Sydney’s light rail bill soars to at least $2.9 billion


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The cost to taxpayers of Sydney’s troubled light rail line has ballooned to at least $2.9 billion – $1.3 billion above the amount first budgeted for the project.

Transport Minister Andrew Constance released the final bill for the project late on Friday, less than two weeks before trams are due to start carrying passengers between Circular Quay and Randwick.

The latest amount represents the third blowout in the expense of one of the Berejiklian government’s signature transport projects, originally budgeted at $1.6 billion.

In 2014, the cost of the 12.8-kilometre line to the city’s eastern suburbs surged to $2.1 billion due to mispricings and omissions in the business case.

The cost then jumped to $2.7 billion in June after the government reached a $576 million settlement with the consortium delivering the project and its Spanish construction contractor.

Mr Constance said the most recent cost blowout of $200 million included $80 million in contingency costs.

The remaining $120 million provided for financial support for small businesses disturbed by construction of the light rail line, “activation” measures along the route, safety campaigns and advertisements and extra project staffing costs due to delays.

“No-one is denying the light rail project has been a difficult build,” Mr Constance said.

“We took the busiest street in the nation and ripped it up to transform it into the open, inviting boulevard it is today.”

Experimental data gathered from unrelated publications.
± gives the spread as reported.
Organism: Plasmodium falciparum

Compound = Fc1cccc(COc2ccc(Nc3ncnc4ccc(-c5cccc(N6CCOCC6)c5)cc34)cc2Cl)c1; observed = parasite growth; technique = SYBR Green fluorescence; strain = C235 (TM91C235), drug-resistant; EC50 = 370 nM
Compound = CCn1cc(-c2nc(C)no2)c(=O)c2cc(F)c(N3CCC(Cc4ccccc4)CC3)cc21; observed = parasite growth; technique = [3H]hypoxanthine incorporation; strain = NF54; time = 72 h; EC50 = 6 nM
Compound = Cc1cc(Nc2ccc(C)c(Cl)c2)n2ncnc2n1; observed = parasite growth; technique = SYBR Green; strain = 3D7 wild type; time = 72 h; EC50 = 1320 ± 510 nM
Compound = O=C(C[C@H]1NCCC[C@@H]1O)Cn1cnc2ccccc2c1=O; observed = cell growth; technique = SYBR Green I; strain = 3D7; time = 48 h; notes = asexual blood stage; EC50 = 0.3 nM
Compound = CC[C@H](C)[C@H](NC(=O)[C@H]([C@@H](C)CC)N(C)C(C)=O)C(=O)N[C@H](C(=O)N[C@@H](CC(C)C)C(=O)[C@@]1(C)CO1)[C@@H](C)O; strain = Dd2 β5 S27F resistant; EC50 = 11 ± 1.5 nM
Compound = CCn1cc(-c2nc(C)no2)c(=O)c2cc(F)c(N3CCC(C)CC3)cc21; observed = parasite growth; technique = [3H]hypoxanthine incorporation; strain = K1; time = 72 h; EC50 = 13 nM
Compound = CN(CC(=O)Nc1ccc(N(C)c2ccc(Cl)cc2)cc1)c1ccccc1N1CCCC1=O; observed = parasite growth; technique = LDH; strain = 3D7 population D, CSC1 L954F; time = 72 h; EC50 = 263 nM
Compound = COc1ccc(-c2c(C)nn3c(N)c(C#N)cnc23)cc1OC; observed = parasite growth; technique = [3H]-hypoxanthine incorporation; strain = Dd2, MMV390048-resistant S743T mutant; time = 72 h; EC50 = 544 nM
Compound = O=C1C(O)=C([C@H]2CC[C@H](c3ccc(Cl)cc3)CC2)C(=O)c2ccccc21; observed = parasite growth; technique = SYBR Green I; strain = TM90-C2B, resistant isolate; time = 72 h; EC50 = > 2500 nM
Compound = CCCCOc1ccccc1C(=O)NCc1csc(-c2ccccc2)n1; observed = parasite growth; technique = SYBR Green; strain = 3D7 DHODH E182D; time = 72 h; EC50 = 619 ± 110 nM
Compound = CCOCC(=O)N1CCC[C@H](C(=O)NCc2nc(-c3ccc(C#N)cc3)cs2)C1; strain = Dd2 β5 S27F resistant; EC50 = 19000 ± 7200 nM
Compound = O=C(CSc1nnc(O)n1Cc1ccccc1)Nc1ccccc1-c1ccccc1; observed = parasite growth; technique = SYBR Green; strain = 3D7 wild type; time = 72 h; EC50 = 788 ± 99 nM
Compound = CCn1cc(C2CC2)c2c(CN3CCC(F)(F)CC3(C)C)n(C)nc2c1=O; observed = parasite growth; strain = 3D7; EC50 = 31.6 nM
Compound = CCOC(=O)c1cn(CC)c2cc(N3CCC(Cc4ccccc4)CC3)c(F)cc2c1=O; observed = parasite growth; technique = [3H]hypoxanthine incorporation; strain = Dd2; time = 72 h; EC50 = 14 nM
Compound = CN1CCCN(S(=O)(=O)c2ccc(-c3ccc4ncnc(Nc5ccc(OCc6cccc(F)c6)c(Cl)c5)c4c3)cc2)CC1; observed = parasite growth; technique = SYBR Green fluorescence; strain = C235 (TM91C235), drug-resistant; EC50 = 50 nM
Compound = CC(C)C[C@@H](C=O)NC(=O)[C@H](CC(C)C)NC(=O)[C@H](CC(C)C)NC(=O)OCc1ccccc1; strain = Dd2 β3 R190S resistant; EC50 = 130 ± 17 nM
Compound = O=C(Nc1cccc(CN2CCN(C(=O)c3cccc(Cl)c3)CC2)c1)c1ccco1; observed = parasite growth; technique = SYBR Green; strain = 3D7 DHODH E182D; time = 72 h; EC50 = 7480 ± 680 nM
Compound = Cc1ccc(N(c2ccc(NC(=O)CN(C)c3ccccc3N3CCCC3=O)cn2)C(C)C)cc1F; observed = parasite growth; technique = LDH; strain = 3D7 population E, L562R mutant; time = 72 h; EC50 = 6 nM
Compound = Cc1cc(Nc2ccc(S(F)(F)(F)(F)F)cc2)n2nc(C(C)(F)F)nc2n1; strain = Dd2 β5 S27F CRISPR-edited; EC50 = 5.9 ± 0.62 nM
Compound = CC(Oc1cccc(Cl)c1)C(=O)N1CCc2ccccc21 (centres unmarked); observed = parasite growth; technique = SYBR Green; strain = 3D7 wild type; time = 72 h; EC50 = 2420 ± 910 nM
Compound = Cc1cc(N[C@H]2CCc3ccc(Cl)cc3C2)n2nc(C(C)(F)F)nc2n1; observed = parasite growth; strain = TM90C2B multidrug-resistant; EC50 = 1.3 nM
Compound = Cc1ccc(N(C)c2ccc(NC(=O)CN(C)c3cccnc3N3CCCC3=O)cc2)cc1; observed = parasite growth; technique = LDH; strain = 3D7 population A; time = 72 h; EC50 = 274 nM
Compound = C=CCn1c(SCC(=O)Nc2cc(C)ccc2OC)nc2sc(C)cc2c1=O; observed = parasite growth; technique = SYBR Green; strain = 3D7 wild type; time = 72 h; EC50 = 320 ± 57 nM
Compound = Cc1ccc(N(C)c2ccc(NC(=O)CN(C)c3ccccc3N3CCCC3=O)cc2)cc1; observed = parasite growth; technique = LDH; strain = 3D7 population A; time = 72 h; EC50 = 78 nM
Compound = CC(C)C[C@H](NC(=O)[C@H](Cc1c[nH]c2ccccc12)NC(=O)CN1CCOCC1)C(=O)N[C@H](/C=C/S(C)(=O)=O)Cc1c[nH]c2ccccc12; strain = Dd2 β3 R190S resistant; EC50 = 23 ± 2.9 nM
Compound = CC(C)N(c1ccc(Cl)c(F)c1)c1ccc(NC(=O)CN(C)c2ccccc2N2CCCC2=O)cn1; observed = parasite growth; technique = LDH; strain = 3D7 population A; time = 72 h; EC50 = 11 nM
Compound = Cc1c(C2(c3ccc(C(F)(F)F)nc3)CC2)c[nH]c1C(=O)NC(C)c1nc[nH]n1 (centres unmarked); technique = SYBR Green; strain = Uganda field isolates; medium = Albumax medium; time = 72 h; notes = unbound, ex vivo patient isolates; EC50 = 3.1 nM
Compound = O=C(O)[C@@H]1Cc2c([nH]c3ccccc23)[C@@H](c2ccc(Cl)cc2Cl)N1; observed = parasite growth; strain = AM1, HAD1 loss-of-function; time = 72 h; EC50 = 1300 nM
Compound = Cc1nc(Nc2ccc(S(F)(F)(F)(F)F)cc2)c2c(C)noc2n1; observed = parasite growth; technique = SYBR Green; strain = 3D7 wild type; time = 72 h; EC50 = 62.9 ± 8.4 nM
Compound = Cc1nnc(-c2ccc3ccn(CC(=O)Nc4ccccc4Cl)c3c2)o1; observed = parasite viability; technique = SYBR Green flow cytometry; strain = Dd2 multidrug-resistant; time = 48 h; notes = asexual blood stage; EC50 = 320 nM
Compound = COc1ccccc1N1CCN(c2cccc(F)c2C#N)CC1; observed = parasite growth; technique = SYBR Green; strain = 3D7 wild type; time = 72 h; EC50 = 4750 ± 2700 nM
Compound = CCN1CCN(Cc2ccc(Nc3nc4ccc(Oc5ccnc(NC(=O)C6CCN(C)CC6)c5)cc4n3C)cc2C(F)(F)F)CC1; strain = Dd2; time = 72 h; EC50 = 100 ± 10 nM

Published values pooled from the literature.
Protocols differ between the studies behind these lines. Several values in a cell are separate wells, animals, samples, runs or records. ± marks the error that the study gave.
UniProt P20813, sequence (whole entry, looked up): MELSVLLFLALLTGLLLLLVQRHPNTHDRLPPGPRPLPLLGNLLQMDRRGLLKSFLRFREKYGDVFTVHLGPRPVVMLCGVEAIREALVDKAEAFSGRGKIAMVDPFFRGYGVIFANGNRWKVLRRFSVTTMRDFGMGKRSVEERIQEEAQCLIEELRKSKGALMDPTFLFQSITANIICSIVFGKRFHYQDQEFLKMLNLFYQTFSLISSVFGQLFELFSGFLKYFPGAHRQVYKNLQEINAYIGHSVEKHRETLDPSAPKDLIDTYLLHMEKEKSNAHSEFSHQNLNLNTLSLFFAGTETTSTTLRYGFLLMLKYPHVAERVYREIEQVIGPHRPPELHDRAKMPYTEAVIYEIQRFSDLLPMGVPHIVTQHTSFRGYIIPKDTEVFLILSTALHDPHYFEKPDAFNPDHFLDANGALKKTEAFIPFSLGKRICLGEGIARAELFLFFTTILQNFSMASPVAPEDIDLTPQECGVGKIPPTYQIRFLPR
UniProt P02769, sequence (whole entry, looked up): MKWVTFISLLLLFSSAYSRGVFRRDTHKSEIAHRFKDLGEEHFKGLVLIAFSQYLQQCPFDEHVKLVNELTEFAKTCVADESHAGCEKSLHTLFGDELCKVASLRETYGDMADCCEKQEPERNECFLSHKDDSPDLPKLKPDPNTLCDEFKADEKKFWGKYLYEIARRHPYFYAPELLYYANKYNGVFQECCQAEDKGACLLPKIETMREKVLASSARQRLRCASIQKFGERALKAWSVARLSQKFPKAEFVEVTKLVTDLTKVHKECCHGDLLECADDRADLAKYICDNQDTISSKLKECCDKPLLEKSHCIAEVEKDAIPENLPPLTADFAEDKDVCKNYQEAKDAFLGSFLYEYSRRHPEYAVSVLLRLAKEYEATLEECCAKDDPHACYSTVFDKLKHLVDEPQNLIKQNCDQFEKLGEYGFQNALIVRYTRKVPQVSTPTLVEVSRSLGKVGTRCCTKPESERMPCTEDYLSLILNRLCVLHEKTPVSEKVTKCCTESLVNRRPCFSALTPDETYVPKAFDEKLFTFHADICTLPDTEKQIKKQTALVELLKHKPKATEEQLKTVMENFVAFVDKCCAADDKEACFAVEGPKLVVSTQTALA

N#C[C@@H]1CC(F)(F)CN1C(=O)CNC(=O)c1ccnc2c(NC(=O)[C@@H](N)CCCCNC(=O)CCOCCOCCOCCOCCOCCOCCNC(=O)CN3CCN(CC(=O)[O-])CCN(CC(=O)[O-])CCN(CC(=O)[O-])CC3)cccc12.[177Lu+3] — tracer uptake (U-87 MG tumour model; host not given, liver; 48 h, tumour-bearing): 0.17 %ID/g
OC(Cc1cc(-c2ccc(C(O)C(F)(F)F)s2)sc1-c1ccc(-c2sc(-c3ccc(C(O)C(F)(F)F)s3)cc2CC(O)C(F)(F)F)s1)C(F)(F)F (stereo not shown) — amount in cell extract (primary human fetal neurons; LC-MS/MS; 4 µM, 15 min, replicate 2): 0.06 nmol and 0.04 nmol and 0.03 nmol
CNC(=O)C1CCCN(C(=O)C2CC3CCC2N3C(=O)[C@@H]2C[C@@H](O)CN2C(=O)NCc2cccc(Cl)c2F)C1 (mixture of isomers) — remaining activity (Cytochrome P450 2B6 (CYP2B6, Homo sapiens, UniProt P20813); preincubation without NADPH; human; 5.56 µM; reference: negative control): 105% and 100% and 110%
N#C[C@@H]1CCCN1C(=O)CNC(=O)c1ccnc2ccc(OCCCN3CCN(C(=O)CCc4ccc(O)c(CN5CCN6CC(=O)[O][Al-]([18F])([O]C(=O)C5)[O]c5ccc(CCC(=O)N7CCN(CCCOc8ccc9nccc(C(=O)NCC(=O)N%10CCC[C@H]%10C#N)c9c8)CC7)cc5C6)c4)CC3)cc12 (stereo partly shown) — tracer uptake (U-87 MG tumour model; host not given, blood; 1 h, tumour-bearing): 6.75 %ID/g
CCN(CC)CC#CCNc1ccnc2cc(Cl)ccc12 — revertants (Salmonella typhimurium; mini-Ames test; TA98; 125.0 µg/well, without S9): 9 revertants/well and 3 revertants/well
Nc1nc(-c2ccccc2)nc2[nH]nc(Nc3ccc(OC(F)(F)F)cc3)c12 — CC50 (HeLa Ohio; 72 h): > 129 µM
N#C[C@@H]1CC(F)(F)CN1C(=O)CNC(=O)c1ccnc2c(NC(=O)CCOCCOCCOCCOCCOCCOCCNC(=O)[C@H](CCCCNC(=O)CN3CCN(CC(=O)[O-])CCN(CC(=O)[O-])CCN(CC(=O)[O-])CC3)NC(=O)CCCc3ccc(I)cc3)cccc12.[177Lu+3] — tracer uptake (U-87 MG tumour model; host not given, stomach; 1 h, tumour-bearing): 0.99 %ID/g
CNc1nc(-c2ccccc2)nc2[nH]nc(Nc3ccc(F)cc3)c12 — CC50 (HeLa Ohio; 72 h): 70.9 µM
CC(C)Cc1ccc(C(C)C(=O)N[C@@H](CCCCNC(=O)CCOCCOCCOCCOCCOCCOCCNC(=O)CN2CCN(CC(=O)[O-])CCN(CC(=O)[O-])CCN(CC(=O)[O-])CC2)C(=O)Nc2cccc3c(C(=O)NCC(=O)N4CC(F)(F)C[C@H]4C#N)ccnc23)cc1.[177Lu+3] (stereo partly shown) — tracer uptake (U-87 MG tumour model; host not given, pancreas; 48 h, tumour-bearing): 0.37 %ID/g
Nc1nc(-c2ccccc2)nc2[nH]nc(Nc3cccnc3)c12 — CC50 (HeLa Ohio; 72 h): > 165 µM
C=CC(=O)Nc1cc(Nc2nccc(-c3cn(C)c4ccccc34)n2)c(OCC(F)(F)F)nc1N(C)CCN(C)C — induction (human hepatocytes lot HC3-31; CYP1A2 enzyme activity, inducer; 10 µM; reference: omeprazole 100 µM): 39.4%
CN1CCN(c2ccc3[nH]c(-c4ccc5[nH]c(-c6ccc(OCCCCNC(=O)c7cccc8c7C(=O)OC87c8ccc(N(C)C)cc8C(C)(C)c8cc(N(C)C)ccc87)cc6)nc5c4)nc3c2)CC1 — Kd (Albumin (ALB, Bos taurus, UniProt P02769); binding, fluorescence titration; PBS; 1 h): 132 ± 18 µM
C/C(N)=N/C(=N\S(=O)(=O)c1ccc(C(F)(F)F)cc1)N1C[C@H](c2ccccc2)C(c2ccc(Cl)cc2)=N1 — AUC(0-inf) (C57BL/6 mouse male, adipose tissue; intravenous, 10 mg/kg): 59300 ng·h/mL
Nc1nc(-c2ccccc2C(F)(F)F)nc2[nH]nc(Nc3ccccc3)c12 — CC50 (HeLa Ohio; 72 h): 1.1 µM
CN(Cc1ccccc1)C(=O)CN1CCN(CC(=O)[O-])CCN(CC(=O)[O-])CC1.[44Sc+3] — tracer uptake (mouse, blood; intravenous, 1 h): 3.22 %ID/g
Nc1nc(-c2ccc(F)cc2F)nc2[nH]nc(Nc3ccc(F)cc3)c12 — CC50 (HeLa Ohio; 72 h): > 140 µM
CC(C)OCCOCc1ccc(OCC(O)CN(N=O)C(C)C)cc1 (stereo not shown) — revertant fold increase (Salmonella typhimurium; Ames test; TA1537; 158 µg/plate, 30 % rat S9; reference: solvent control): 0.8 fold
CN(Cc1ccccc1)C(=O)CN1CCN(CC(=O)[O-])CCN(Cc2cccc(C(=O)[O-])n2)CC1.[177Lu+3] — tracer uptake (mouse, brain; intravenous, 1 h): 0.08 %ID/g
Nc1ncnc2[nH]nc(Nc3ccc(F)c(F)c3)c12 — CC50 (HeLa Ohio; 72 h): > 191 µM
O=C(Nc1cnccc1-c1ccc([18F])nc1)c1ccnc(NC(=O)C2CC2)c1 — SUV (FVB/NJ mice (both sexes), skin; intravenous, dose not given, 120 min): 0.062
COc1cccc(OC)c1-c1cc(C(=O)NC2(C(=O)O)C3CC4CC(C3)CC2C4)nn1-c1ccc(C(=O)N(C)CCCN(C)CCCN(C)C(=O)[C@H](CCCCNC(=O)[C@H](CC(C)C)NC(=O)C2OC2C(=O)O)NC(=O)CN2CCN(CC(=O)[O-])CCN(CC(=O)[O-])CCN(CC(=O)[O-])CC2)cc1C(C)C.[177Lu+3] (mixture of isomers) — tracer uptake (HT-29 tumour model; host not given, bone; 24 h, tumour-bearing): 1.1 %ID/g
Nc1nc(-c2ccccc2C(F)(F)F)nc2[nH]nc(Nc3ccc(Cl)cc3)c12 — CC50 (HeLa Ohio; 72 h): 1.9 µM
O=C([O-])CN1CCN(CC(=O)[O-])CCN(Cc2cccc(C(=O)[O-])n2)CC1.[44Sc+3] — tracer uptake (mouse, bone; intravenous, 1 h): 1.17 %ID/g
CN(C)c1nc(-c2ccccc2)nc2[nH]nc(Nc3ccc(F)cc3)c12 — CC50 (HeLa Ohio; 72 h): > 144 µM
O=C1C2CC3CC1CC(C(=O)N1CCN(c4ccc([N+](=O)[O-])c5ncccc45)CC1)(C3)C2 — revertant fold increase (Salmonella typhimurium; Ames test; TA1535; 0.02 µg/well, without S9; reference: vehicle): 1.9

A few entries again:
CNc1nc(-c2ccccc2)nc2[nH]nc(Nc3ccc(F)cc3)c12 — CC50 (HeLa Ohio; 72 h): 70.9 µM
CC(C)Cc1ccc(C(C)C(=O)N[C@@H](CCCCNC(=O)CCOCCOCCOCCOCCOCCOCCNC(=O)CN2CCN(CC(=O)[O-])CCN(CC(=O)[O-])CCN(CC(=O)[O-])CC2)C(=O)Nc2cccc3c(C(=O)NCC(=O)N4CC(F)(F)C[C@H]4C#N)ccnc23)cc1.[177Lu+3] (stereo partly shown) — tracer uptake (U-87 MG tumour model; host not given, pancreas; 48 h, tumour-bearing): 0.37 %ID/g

He said the service would “move 6570 people across both directions during peak times and each 67-metre light rail vehicle will have the same capacity as up to nine standard buses”.

But Labor leader Jodi McKay said: “Before Andrew Constance starts popping the champagne there are still a number of outstanding class action claims so the bill is likely to be $3 billion – almost double the original cost.”

The light rail project has been a long-running political headache for the Berejiklian government.

Apart from the cost blowouts, it has been frustrated by lengthy delays, legal battles and prolonged disruption to businesses and residents along the route.

A $400 million class action from retailers disrupted by construction remains afoot in the NSW Supreme Court, but Transport for NSW has withdrawn cross claims against ALTRAC and Acciona.

The cost to the government of paying ALTRAC to operate the line for 16 years has previously been put at almost $938 million and is separate to the $2.9 billion capital cost of building the line and buying the trams that will run on it.

Sydneysiders will get a chance to ride on the new light rail line as early as December 7, which is the target date for trams to start carrying passengers between Circular Quay and Randwick.

The government has been reluctant to put a definitive date on the opening of the line because final testing of the trams is still under way.

If authorities decide more testing is required, the start of services will be shifted to the weekend of December 14-15. Trams are not due to begin carrying passengers on a branch line to Kingsford until March 2020.

The government had originally planned to open the line in March this year, shortly before the state election.

Story Credit: Sydney Morning Herald

The Indian Telegraph
Established in 2007, The Indian Telegraph is a multi award winning digital media company based in Australia.

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